Wednesday, April 4, 2012

The Value of Discomfort.

Over the past few years my life's work has slowly come to center and settle around helping people have a conscious, joyful experience of their bodies in their lives. I want everyone to feel really good as much of the time as possible, and I'm an expert facilitator. Aside from my lifetime of practice being the Soother in my family unit, I have a deep, abiding appreciation for everything beautiful and pleasurable, whether it be delicious food or a stunning sunset. I'm good at feeling good and even better at helping other people get there.

The caveat to this is the Consciousness component of my mission. Anyone who's ever been spanked by reality knows that being aware is (at least occasionally) deeply uncomfortable. There are myriad distractions of various levels of healthfulness that we chase to keep feeling good or to get good and numb. While I do want everyone to feel really good, I don't want it to be at the expense of their authenticity or health.

Above all else, I think it's vitally necessary to our happiness to be honest...with everyone, but especially ourselves. Sometimes this means cozying up to our rage or bitterness, sadness or desperation. This is a full time job in and of itself. It can put great strain on our relationships and requires tremendous courage. And it is the work to be done.

This past weekend I had the honor of holding space for and bearing witness to this work being done by 400+ brave and beautiful souls at a day long meditation workshop. One woman in particular struggled throughout the exercises and I spent the day wanting to take her up in my arms like a baby and make her feel better. I watched with awe and my own level of discomfort as she walked not over or around, but straight through the heart wrenching center of her own intimate storm. By the close of the day she arrived all on her own at the other side of her experience. I didn't need to soothe her, or attempt to save her from her pain. Sitting with her pain was ultimately empowering and transformational. She did her work.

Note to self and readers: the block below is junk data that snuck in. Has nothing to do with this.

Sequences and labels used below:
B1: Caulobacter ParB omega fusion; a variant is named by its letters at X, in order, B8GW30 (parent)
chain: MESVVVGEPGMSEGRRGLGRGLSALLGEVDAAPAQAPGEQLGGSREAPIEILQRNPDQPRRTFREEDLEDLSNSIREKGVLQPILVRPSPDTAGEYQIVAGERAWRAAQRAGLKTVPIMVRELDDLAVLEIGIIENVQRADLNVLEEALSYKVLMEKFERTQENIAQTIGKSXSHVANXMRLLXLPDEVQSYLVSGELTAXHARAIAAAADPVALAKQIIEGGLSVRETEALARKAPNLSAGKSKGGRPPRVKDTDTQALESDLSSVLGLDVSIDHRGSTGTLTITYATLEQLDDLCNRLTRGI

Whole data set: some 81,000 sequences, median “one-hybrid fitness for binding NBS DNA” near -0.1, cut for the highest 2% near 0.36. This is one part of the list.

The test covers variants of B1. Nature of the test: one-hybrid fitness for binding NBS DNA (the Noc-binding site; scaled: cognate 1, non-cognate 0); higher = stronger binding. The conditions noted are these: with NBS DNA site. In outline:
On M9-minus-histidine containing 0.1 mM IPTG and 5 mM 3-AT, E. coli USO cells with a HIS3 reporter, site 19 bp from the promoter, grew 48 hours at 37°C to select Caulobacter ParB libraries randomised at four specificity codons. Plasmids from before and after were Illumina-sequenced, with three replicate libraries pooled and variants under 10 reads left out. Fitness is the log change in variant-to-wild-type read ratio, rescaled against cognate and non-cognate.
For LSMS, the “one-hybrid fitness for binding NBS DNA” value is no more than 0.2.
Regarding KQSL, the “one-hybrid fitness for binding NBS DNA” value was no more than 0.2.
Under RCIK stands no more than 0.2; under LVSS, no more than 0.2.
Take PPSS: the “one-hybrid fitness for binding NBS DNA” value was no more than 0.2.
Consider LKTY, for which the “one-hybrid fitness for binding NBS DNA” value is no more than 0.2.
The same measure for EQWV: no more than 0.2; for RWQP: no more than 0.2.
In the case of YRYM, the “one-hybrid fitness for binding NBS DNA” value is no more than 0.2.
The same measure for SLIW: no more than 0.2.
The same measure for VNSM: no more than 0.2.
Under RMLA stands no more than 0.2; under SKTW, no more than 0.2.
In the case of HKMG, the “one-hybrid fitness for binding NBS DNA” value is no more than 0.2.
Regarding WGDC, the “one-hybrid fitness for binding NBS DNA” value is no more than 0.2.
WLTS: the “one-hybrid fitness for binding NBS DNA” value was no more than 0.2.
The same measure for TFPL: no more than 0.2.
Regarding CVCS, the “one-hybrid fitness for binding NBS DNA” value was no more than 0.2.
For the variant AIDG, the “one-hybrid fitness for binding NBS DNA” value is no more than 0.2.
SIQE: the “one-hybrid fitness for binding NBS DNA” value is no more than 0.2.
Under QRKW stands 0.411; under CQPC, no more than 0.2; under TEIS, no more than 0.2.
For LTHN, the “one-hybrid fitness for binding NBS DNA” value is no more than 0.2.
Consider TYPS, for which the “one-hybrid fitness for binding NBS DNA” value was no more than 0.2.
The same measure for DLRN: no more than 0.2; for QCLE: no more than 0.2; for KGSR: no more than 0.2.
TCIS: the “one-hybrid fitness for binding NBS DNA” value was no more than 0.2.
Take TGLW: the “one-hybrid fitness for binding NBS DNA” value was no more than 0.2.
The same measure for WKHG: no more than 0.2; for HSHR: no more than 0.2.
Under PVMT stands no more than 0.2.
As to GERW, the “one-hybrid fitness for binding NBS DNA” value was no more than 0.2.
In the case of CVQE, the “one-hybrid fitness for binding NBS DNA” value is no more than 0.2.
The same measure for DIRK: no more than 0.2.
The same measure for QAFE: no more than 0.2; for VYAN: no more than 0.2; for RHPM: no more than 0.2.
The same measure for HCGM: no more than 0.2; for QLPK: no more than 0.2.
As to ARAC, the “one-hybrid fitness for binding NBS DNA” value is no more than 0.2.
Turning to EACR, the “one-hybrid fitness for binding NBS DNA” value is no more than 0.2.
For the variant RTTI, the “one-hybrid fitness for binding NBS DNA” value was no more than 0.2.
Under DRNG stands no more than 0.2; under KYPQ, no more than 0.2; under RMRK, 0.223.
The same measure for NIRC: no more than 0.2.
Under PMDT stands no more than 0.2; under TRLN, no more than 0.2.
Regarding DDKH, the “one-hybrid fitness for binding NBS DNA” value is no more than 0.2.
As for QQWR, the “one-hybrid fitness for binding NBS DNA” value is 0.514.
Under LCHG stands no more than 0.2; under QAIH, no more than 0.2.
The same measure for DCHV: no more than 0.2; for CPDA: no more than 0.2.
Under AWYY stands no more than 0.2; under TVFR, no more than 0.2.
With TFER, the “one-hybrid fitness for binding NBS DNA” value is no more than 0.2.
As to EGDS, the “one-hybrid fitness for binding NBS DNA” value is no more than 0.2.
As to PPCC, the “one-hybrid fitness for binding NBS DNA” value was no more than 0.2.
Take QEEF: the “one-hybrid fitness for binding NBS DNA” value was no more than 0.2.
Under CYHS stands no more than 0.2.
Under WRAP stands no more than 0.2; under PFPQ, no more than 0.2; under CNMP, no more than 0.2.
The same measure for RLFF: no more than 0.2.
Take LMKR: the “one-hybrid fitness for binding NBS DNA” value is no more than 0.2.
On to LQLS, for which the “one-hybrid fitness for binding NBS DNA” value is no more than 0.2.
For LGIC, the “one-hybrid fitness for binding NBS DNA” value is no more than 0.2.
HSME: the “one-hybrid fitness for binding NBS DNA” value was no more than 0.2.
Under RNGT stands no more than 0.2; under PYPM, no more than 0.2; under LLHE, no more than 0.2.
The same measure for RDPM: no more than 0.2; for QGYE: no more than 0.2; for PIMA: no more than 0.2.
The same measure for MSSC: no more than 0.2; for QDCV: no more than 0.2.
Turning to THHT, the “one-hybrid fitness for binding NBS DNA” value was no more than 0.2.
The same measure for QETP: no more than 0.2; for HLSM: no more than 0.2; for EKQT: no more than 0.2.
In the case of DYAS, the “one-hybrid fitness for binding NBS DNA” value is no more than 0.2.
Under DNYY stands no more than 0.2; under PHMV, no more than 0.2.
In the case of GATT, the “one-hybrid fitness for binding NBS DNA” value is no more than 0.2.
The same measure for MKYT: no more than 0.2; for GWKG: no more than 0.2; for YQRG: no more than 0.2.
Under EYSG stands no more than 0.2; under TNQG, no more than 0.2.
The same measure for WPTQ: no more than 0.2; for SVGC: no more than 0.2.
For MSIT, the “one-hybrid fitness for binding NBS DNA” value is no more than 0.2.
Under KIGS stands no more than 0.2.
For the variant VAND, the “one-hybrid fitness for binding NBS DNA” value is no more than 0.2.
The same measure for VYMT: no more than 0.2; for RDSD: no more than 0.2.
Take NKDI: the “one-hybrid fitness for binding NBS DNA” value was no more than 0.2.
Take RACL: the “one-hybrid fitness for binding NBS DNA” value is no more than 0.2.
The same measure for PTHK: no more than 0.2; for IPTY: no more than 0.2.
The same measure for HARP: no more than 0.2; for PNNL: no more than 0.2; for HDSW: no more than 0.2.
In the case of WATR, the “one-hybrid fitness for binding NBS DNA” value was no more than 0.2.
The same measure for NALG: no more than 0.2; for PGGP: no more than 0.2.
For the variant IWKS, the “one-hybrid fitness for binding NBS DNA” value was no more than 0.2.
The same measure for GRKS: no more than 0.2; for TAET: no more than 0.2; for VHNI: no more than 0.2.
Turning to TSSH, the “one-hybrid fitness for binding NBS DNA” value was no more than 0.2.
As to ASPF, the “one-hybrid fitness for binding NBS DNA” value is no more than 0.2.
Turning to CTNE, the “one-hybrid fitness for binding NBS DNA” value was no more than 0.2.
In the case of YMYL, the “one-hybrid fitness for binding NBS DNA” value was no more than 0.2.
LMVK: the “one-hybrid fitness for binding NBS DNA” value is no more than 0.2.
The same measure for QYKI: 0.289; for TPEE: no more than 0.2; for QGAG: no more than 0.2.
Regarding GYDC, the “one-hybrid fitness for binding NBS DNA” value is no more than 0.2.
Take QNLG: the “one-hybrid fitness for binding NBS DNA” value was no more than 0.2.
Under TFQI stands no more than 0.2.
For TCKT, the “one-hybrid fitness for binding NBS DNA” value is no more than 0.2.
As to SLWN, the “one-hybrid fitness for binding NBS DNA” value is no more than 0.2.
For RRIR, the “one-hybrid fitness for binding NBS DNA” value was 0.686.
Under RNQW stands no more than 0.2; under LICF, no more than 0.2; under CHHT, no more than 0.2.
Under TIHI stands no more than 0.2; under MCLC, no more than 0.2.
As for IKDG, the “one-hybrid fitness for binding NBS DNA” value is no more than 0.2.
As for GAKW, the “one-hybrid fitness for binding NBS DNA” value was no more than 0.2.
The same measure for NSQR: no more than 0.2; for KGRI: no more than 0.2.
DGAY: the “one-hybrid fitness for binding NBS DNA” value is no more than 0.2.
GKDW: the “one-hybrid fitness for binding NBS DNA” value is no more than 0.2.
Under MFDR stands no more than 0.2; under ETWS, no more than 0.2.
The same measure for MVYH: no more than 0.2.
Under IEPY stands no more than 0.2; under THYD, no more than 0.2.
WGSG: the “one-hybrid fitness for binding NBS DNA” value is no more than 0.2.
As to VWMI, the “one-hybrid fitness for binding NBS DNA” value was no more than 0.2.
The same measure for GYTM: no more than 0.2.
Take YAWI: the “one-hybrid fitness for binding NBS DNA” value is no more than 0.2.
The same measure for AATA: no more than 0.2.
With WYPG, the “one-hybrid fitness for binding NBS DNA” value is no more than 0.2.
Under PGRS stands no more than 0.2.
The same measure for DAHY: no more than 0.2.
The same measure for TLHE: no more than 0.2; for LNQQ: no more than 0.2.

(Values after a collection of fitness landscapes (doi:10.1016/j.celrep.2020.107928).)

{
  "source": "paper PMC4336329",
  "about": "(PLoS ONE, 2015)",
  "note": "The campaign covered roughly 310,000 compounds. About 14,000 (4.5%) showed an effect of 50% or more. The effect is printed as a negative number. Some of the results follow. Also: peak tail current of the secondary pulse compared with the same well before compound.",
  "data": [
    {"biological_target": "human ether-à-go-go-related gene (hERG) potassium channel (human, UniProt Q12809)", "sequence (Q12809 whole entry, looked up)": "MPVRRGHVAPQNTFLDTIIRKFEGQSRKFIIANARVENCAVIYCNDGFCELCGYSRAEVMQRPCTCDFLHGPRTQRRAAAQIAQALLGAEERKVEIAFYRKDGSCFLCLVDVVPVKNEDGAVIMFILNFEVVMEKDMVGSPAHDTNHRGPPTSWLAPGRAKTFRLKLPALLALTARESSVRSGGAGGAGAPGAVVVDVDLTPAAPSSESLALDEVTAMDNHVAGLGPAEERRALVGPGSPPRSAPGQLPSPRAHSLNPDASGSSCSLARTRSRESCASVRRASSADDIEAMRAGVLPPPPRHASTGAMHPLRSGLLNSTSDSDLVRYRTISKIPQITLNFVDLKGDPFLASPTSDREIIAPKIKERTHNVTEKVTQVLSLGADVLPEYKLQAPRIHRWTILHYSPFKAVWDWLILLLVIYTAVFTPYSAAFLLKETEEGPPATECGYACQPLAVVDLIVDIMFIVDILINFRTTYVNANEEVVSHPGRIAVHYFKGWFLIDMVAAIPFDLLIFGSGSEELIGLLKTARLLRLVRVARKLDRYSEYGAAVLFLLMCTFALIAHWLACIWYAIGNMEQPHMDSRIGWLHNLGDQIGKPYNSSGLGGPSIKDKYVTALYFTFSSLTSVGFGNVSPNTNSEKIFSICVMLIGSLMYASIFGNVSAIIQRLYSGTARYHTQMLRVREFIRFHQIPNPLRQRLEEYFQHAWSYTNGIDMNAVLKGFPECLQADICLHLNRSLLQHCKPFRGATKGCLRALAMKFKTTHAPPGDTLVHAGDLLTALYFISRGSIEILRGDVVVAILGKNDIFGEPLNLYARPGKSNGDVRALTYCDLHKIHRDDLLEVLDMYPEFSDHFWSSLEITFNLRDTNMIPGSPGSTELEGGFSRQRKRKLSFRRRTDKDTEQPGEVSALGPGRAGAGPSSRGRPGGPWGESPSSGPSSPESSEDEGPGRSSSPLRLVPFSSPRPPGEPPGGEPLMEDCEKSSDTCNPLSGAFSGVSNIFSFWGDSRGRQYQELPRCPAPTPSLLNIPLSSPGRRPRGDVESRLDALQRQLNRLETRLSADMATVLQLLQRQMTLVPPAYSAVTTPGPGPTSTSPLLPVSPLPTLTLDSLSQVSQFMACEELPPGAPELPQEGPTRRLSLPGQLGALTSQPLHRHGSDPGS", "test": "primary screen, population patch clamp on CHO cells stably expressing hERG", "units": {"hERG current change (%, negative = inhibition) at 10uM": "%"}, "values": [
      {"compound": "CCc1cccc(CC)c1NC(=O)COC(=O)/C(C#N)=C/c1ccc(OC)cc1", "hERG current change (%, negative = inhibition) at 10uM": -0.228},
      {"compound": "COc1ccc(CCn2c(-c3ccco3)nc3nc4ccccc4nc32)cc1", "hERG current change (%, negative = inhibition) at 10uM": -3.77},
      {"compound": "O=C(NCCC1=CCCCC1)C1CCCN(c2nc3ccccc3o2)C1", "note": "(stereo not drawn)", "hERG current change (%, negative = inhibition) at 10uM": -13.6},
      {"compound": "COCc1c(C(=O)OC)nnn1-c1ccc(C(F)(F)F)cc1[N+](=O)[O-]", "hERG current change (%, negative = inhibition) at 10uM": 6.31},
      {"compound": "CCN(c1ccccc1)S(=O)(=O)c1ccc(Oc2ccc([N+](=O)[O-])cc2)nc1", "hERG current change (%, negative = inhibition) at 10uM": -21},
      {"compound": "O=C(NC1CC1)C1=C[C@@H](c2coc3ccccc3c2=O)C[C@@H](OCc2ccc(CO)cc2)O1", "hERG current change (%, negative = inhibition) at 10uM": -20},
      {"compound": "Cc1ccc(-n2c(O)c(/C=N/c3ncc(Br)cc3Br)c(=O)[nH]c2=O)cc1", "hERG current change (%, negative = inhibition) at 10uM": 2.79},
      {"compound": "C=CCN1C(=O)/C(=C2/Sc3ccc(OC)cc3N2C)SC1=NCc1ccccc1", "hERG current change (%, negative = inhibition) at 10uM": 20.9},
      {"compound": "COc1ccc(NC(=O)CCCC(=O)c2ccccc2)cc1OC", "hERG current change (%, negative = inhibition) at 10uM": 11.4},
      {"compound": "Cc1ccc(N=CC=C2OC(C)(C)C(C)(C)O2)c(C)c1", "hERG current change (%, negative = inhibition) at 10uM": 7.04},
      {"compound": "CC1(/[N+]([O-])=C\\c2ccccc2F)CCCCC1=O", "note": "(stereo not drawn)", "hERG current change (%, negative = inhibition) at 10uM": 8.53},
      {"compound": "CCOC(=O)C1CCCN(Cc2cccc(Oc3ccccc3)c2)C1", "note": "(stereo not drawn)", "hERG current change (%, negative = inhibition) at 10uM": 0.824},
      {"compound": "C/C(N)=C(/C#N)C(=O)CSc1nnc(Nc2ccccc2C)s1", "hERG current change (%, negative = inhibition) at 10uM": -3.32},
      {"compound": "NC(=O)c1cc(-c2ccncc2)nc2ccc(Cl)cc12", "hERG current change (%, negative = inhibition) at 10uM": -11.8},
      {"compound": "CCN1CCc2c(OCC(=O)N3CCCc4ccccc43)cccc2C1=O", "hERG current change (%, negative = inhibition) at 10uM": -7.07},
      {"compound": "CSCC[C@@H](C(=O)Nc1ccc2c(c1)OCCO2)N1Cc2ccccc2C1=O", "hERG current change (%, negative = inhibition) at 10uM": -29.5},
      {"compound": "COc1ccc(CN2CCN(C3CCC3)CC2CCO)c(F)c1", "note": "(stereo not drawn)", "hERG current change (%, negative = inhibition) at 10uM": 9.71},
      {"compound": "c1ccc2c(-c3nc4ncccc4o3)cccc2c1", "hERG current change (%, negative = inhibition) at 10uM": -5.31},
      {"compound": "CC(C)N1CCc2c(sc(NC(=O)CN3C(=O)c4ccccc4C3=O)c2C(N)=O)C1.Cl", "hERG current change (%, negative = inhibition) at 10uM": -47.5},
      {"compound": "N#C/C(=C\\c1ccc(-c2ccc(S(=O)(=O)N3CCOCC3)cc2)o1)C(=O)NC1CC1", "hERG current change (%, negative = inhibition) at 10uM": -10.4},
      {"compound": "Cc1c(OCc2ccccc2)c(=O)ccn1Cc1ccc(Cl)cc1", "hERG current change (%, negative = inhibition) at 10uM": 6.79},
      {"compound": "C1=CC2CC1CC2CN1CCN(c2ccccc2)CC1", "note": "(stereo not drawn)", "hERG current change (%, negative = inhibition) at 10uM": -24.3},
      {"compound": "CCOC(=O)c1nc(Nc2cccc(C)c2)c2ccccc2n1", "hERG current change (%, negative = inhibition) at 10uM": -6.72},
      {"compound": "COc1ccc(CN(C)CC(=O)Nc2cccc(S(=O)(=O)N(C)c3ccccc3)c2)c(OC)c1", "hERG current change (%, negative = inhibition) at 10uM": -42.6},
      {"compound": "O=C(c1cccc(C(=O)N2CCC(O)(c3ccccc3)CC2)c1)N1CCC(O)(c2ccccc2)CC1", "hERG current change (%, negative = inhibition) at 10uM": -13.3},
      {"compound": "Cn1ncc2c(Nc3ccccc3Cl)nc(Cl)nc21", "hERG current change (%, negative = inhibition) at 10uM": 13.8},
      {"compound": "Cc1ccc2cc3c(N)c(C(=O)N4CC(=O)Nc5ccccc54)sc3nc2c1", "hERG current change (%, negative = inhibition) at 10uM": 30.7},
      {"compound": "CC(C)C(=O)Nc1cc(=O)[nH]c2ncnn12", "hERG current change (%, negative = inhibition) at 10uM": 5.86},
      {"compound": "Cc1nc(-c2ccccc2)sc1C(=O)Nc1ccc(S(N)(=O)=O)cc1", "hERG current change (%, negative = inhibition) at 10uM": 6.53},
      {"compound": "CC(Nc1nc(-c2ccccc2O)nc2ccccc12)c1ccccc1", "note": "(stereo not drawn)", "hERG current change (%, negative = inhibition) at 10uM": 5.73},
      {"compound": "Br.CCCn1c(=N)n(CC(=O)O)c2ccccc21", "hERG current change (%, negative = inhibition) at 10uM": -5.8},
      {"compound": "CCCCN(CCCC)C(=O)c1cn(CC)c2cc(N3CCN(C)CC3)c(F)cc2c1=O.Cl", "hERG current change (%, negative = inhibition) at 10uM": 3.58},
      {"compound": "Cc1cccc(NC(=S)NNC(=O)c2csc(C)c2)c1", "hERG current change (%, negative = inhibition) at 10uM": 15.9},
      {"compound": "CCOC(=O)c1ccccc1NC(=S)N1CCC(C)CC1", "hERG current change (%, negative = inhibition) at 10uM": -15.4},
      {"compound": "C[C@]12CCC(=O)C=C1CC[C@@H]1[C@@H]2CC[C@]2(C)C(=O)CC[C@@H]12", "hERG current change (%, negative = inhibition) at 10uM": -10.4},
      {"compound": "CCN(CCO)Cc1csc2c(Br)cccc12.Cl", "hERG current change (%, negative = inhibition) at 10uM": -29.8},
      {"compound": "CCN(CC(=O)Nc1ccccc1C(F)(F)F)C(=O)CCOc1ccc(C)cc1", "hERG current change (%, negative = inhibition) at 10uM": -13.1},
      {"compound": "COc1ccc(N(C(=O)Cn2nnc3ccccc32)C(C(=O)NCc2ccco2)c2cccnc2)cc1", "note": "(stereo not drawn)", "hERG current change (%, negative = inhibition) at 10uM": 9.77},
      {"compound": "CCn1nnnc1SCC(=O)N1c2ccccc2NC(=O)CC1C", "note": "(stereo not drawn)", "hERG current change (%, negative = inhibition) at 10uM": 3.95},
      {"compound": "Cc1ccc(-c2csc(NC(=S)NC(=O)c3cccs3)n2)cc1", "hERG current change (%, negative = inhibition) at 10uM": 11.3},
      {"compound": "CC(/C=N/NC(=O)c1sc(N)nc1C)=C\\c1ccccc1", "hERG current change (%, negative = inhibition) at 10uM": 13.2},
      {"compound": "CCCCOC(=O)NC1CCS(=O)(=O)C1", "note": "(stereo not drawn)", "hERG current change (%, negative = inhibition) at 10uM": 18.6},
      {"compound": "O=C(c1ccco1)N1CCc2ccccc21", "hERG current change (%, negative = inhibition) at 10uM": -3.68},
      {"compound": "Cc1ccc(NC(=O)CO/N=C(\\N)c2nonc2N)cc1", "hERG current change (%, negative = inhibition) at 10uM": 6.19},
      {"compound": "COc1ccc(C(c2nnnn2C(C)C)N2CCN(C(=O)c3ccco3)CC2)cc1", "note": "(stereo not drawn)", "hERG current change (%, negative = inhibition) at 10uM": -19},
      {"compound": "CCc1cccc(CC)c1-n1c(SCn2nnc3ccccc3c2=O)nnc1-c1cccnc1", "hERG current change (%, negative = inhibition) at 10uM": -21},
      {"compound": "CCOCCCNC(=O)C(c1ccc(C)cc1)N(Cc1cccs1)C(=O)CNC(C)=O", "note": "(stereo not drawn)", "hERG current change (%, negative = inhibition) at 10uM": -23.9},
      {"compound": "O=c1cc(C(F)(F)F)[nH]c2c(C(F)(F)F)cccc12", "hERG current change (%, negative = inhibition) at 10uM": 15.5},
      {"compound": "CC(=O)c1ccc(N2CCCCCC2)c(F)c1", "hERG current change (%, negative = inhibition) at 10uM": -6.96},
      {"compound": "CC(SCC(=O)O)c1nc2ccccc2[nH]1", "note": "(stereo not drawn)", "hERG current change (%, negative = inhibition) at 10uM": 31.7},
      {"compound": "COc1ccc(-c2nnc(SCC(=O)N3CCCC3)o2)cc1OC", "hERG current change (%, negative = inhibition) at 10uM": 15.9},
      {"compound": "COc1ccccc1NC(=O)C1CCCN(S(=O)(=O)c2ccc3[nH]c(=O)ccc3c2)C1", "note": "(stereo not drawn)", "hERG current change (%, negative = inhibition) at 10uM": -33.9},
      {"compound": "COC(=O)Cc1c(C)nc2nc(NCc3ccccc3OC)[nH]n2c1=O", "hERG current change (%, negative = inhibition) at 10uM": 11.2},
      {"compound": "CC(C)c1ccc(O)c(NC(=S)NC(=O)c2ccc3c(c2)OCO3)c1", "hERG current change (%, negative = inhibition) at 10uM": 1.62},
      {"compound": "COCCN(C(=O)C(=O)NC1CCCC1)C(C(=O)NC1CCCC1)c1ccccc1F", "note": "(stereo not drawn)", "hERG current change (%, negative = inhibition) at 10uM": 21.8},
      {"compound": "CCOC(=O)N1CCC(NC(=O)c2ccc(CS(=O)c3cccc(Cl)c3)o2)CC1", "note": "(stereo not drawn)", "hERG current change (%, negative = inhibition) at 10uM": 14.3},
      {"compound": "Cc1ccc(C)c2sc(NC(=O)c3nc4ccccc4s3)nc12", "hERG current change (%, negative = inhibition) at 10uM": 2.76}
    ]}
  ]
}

This is an important point for caretakers and anyone who aspires to help others. Do your own work. Save yourself. If you do your work, if you do it with absolute courage and conviction and honesty, you can become an inspiration and a guide to help lead others through this process. But Listen very carefully as I say this: You cannot do other people's work for them. There is no substitute for the experience of struggling through your own intimate storm. Everyone will do this in their own time, in their own way, and we are not allowed to attempt to control how and when.

That being said, we all have work to do to become the best, most exalted versions of ourselves, and putting it off won't make it any less vital to your development. Maybe you're not ready today. Maybe the perceived enormity of the work to be done overwhelms you before you even start. When I was a little girl and it would be time to clean my room, my mama would sit me down in one spot and tell me not to even think about the rest of the room until that one spot was clean.

That's my suggestion to you: pick one point to be examined and healed, and begin your work there. You are smart and brave and capable enough to handle whatever arises as you walk through your own intimate storm. Don't cheat yourself out of this chance to awaken to a real, conscious experience of your life. This is the first step on a winding path to true freedom and sustainable joy. Dive on it.

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